received message_1 MUST be discarded to mitigate reflection attacks. received message_1 MUST be discarded to mitigate reflection attacks.
Note that in the case of two simultaneous EDHOC exchanges where the Note that in the case of two simultaneous EDHOC exchanges where the
nodes only complete one and where the nodes have different preferred nodes only complete one and where the nodes have different preferred
cipher suites, an attacker can affect which of the two nodes' cipher suites, an attacker can affect which of the two nodes'
preferred cipher suites will be used by blocking the other exchange. preferred cipher suites will be used by blocking the other exchange.
8.7. Other Documents Referencing EDHOC 7.7. Other Documents Referencing EDHOC
EDHOC has been analyzed in several other documents. A formal EDHOC has been analyzed in several other documents. A formal
verification of EDHOC was done in [SSR18], an analysis of EDHOC for verification of EDHOC was done in [SSR18], an analysis of EDHOC for
certificate enrollment was done in [Kron18], the use of EDHOC in certificate enrollment was done in [Kron18], the use of EDHOC in
LoRaWAN is analyzed in [LoRa1] and [LoRa2], the use of EDHOC in IoT LoRaWAN is analyzed in [LoRa1] and [LoRa2], the use of EDHOC in IoT
bootstrapping is analyzed in [Perez18], and the use of EDHOC in bootstrapping is analyzed in [Perez18], and the use of EDHOC in
6TiSCH is described in [I-D.ietf-6tisch-dtsecurity-zerotouch-join]. 6TiSCH is described in [I-D.ietf-6tisch-dtsecurity-zerotouch-join].
9. IANA Considerations 8. IANA Considerations
9.1. EDHOC Cipher Suites Registry 8.1. EDHOC Cipher Suites Registry
IANA has created a new registry titled "EDHOC Cipher Suites" under IANA has created a new registry titled "EDHOC Cipher Suites" under
the new heading "EDHOC". The registration procedure is "Expert the new heading "EDHOC". The registration procedure is "Expert
Review". The columns of the registry are Value, Array, Description, Review". The columns of the registry are Value, Array, Description,
and Reference, where Value is an integer and the other columns are and Reference, where Value is an integer and the other columns are
text strings. The initial contents of the registry are: text strings. The initial contents of the registry are:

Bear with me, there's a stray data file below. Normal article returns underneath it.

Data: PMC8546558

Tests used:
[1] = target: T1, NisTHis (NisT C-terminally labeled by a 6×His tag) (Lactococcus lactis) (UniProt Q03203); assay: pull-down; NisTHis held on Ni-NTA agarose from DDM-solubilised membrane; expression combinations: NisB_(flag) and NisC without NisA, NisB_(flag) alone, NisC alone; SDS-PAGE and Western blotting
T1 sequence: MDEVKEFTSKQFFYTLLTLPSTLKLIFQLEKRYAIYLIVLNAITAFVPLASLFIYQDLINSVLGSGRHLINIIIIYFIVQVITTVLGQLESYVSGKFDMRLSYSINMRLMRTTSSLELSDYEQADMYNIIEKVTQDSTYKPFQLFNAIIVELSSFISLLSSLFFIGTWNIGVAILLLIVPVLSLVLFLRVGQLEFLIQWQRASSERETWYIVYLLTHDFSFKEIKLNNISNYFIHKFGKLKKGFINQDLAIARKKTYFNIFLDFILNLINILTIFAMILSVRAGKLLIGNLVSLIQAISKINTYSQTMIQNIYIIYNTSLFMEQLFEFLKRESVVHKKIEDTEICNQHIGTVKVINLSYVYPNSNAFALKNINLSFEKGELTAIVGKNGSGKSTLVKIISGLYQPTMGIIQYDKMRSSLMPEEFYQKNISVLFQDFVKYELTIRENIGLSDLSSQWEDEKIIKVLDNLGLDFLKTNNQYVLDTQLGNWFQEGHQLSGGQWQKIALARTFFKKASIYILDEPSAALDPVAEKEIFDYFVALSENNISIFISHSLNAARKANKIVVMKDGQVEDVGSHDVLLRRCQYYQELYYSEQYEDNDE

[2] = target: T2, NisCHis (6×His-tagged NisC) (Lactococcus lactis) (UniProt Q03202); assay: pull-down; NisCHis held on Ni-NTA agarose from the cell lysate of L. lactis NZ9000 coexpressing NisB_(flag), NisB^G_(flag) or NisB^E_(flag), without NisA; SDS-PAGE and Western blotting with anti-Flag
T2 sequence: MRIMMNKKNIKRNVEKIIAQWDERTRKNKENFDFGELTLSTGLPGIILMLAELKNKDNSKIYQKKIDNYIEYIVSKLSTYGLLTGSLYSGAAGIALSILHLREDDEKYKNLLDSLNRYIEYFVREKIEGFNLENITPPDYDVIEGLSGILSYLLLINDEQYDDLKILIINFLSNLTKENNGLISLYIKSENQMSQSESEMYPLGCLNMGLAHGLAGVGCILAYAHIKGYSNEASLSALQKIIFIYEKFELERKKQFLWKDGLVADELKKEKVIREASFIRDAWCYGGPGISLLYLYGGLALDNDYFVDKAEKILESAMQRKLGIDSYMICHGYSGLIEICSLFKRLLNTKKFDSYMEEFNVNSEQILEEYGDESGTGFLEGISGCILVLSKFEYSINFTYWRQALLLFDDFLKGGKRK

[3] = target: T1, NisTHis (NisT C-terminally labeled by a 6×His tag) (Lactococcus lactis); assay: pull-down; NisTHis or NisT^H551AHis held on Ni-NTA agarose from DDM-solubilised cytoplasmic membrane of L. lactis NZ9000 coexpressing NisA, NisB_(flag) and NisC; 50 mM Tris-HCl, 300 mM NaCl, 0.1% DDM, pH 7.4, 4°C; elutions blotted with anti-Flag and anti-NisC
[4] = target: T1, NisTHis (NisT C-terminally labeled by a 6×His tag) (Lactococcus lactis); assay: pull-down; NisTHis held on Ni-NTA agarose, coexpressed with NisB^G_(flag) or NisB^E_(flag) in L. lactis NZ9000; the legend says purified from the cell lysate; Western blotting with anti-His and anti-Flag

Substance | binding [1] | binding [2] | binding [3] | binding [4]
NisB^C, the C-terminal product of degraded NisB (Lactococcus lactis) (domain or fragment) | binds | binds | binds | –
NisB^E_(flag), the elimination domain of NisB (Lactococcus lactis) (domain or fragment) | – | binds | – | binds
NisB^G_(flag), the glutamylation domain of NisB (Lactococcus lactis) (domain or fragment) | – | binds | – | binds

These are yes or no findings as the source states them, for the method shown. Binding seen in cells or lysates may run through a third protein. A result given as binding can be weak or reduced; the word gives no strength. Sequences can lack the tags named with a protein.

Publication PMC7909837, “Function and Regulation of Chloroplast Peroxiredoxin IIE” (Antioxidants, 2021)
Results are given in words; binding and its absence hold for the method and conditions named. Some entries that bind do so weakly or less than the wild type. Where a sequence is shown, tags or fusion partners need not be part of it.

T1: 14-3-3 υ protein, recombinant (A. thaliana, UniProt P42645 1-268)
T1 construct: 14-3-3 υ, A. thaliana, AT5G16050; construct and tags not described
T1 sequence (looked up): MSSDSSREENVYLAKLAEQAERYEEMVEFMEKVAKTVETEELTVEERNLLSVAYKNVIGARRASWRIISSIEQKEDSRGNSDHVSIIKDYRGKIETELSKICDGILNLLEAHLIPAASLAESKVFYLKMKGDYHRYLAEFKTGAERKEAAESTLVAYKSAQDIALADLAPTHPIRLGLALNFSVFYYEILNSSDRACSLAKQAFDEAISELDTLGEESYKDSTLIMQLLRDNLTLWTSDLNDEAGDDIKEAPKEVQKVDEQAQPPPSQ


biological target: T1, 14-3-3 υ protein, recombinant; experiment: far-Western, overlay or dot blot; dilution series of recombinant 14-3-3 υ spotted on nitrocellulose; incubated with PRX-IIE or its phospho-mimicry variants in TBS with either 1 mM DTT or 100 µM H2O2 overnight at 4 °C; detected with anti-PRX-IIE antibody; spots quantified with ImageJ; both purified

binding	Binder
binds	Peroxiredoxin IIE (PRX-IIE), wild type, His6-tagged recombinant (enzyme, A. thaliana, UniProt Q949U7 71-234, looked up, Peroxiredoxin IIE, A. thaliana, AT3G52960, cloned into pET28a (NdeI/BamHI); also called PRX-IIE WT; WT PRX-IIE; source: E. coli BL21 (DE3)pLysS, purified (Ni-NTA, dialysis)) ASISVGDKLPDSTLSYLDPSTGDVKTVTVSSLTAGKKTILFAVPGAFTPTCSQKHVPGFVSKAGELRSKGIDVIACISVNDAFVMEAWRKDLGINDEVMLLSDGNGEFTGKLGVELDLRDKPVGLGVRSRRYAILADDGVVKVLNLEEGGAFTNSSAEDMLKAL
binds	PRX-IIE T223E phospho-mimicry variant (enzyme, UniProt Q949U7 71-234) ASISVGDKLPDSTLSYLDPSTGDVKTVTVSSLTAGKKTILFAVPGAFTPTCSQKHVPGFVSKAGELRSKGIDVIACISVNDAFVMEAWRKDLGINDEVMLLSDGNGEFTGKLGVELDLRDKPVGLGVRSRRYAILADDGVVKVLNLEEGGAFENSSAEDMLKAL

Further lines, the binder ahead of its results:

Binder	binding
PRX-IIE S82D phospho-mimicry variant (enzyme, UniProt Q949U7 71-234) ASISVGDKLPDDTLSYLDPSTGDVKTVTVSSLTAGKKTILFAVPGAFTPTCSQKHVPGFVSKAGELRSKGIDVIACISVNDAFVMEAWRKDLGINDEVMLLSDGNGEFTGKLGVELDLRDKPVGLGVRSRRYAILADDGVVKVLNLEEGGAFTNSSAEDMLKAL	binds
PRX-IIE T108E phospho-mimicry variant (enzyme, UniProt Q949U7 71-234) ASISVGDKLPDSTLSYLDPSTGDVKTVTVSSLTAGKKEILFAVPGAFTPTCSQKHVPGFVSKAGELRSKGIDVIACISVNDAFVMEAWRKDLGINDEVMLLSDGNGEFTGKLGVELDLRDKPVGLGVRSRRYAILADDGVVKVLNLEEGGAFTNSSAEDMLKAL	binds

Value: -24 Value: -24
Algorithms: N/A Algorithms: N/A
Desc: Reserved for Private Use Desc: Reserved for Private Use
skipping to change at page 38, line 28 skipping to change at page 35, line 16
Desc: AES-CCM-16-64-128, SHA-256, P-256, ES256, P-256, Desc: AES-CCM-16-64-128, SHA-256, P-256, ES256, P-256,
AES-CCM-16-64-128, SHA-256 AES-CCM-16-64-128, SHA-256
Reference: [[this document]] Reference: [[this document]]
Value: 3 Value: 3
Array: 30, 5, 1, -7, 1, 10, 5 Array: 30, 5, 1, -7, 1, 10, 5
Desc: AES-CCM-16-128-128, SHA-256, P-256, ES256, P-256, Desc: AES-CCM-16-128-128, SHA-256, P-256, ES256, P-256,
AES-CCM-16-64-128, SHA-256 AES-CCM-16-64-128, SHA-256
Reference: [[this document]] Reference: [[this document]]
9.2. EDHOC Method Type Registry 8.2. EDHOC Method Type Registry
IANA has created a new registry titled "EDHOC Method Type" under the IANA has created a new registry titled "EDHOC Method Type" under the
new heading "EDHOC". The registration procedure is "Expert Review". new heading "EDHOC". The registration procedure is "Expert Review".
The columns of the registry are Value, Description, and Reference, The columns of the registry are Value, Description, and Reference,
where Value is an integer and the other columns are text strings. where Value is an integer and the other columns are text strings.
The initial contents of the registry are: The initial contents of the registry are:
+-------+-------------------+-------------------+-------------------+ +-------+-------------------+-------------------+-------------------+
| Value | Initiator | Responder | Reference | | Value | Initiator | Responder | Reference |
+-------+-------------------+-------------------+-------------------+ +-------+-------------------+-------------------+-------------------+
| 0 | Signature Key | Signature Key | [[this document]] | | 0 | Signature Key | Signature Key | [[this document]] |
| 1 | Signature Key | Static DH Key | [[this document]] | | 1 | Signature Key | Static DH Key | [[this document]] |
| 2 | Static DH Key | Signature Key | [[this document]] | | 2 | Static DH Key | Signature Key | [[this document]] |
| 3 | Static DH Key | Static DH Key | [[this document]] | | 3 | Static DH Key | Static DH Key | [[this document]] |
| 4 | PSK | PSK | [[this document]] |
+-------+-------------------+-------------------+-------------------+ +-------+-------------------+-------------------+-------------------+
Figure 10: Method Types Figure 9: Method Types
9.3. The Well-Known URI Registry 8.3. The Well-Known URI Registry
IANA has added the well-known URI 'edhoc' to the Well-Known URIs IANA has added the well-known URI 'edhoc' to the Well-Known URIs
registry. registry.
o URI suffix: edhoc o URI suffix: edhoc
o Change controller: IETF o Change controller: IETF
o Specification document(s): [[this document]] o Specification document(s): [[this document]]
o Related information: None o Related information: None
9.4. Media Types Registry 8.4. Media Types Registry
IANA has added the media type 'application/edhoc' to the Media Types IANA has added the media type 'application/edhoc' to the Media Types
registry. registry.
o Type name: application o Type name: application
o Subtype name: edhoc o Subtype name: edhoc
o Required parameters: N/A o Required parameters: N/A
skipping to change at page 40, line 13 skipping to change at page 37, line 5
"Authors' Addresses" section. "Authors' Addresses" section.
o Intended usage: COMMON o Intended usage: COMMON
o Restrictions on usage: N/A o Restrictions on usage: N/A
o Author: See "Authors' Addresses" section. o Author: See "Authors' Addresses" section.
o Change Controller: IESG o Change Controller: IESG
9.5. CoAP Content-Formats Registry 8.5. CoAP Content-Formats Registry